State House Republicans
Speaker of the House – Mike Turzai (28th District)
Majority Leader – Dave Reed (62nd District)
Majority Whip – Bryan Cutler (100th District)
Appropriations Committee Chair – Stan Saylor (94th District)
Caucus Chair – Marcy Toepel (147th District)
Policy Committee Chair – Kerry Benninghoff (171st District)
Caucus Administrator – Kurt Masser (107th District)
Caucus Secretary – Donna Oberlander (63rd District)
State House Democrats
Minority Leader – Frank Dermody (33rd District)
Minority Whip – Mike Hanna (76th District)
Appropriations Committee Ranking Member – Joe Markosek (25th District)
Caucus Chair – Dan Frankel (23rd District)
Policy Committee Chair – Mike Sturla (96th District)
Caucus Administrator – Neal Goodman (123rd District)
Caucus Secretary – Rosita Youngblood (198th District)
On August 30, 2016, the Departments of Human Services and Aging announced that the Commonwealth has agreed to negotiate agreements with three managed care plans for the Community HealthChoices (CHC) program. The CHC will coordinate physical health and long-term services and supports (LTSS), if needed, to more than 420,000 individuals who are dually eligible for Medicare and Medicaid, older Pennsylvanians, and people with disabilities. The managed care organizations (MCO) selected to proceed with negotiations to provide services beginning in 2017 are AmeriHealth Caritis, Pennsylvania Health and Wellness (Centene), and UPMC for You. A link to each MCO is at www.dhs.pa.gov/citizens/communityhealthchoices/ForProviders/index.htm Fourteen MCOs had applied and several of the unsuccessful applicants have challenged the decision.
The MLTSS Medical Assistance Advisory Committee meets monthly to give input to the Department. Meeting transcripts and 2017 meeting dates are at www.dhs.pa.gov/communitypartners/informationforadvocatesandstakeholders/mltss/index.htm. Updated information on the program can be found at www.dhs.pa.gov/citizens/communityhealthchoices/index.htm
The Office of Developmental Programs has issued one new bulletin:
- Proposed Regulations – Home and Community-based Support and Licensing, 00-16-07, was issued on November 7, 2016, effective on that date. The Bulletin announces the publication of proposed regulations for ODP programs, amendments to Chapters 2380, 2390, 6400 and 6500, and repeals and replaces Chapters 51 and 6200. The deadline to submit comments was December 20, 2016.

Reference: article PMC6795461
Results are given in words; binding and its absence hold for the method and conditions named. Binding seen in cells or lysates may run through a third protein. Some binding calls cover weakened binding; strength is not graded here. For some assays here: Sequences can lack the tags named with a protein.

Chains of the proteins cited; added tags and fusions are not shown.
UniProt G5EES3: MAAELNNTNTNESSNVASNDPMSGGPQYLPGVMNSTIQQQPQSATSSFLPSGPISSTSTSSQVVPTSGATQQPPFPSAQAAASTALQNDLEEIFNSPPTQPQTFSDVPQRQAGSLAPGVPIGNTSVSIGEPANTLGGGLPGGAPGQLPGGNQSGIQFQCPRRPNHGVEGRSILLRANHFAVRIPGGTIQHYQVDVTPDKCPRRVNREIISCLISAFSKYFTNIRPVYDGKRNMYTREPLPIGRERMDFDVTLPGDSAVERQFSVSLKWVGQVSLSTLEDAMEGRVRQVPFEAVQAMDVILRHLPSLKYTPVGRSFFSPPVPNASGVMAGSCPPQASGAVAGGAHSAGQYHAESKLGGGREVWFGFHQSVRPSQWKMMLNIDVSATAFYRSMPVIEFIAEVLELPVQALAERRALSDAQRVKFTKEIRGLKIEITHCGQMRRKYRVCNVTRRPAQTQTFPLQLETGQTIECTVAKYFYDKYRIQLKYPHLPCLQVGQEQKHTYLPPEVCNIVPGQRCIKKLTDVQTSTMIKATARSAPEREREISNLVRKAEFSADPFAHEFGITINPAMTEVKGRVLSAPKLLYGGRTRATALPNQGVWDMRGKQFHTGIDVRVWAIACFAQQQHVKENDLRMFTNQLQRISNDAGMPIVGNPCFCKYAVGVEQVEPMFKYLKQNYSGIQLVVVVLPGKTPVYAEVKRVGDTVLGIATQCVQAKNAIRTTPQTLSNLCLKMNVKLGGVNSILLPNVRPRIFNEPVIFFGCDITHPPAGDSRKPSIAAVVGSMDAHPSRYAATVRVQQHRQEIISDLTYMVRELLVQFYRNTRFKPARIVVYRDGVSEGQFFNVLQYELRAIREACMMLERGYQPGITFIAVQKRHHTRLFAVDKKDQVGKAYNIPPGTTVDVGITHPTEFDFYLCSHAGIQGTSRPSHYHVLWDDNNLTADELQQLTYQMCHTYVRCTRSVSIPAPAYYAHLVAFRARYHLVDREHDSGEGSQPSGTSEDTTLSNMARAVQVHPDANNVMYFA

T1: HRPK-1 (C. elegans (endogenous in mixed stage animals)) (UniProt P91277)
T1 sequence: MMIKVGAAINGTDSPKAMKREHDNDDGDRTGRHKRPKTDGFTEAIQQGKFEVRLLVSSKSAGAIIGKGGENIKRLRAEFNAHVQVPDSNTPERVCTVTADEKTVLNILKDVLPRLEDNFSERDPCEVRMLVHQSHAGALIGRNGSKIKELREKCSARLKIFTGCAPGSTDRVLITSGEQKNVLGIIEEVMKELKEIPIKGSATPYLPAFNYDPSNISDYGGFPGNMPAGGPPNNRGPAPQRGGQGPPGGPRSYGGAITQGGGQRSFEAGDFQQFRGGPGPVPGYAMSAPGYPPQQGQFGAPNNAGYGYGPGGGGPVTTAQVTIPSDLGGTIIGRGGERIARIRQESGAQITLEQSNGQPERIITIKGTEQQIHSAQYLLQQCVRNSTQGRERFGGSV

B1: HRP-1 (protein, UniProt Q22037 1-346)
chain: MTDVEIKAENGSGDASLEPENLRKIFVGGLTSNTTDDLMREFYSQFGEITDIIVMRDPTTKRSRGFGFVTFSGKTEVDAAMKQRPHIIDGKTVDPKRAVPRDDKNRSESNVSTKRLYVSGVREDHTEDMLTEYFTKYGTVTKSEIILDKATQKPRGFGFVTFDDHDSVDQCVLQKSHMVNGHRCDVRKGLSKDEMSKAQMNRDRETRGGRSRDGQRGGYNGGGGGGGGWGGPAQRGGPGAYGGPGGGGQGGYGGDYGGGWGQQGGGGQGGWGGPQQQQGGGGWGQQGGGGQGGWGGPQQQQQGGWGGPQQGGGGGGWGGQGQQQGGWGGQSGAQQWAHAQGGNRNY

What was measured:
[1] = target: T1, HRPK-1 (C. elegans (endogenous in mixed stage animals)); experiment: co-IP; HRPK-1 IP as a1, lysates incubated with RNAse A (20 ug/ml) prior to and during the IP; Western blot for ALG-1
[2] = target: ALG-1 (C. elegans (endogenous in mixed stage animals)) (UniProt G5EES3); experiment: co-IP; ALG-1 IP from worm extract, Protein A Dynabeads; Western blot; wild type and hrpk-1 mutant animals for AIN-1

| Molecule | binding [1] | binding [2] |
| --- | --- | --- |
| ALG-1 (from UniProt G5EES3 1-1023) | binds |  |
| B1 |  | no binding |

ODP Waiver Renewals
The Office of Developmental Programs published the applications for the renewal of the Person/Family Directed Services and Consolidated waivers for a public comment period through January 17, 2017. The changes include new services, revised service definitions, and eligibility changes for individuals with autism. The documents and instructions for submitting comments are available at www.dhs.pa.gov/provider/developmentalprograms/2017waiverrenewals/.
The Office of Long Term Living has issued two new Bulletins:
- Guidance for Nursing Facilities – MDS Section Q, 03-16-10 and 59-16-10 was issued on October 3, 2016, effective October 1, 2016. The Bulletin provides guidance to nursing facilities on compliance with civil rights obligation to administer the Minimum Data Set (MDS) so that residents receive services in the most integrated setting for their needs.
- Nursing Home Transition (NHT) Program Changes, 59-16-09, was issued on October 28, 2016 and was effective on December 1, 2016. The Bulletin notifies providers of NHT of expansion of the program, changes to payment methodology and changes in providing and reporting NHT activities.
The Office of Long Term Living has made a number of changes to its HCBS waiver programs through renewals and amendments, including the addition of employment services and changes to service definitions. The current approved waivers and transition plans for complying with the CMS Community Settings Rule are found at www.dhs.pa.gov/learnaboutdhs/dhsorganization/officeoflongtermliving/oltlwaiverinfo/index.htm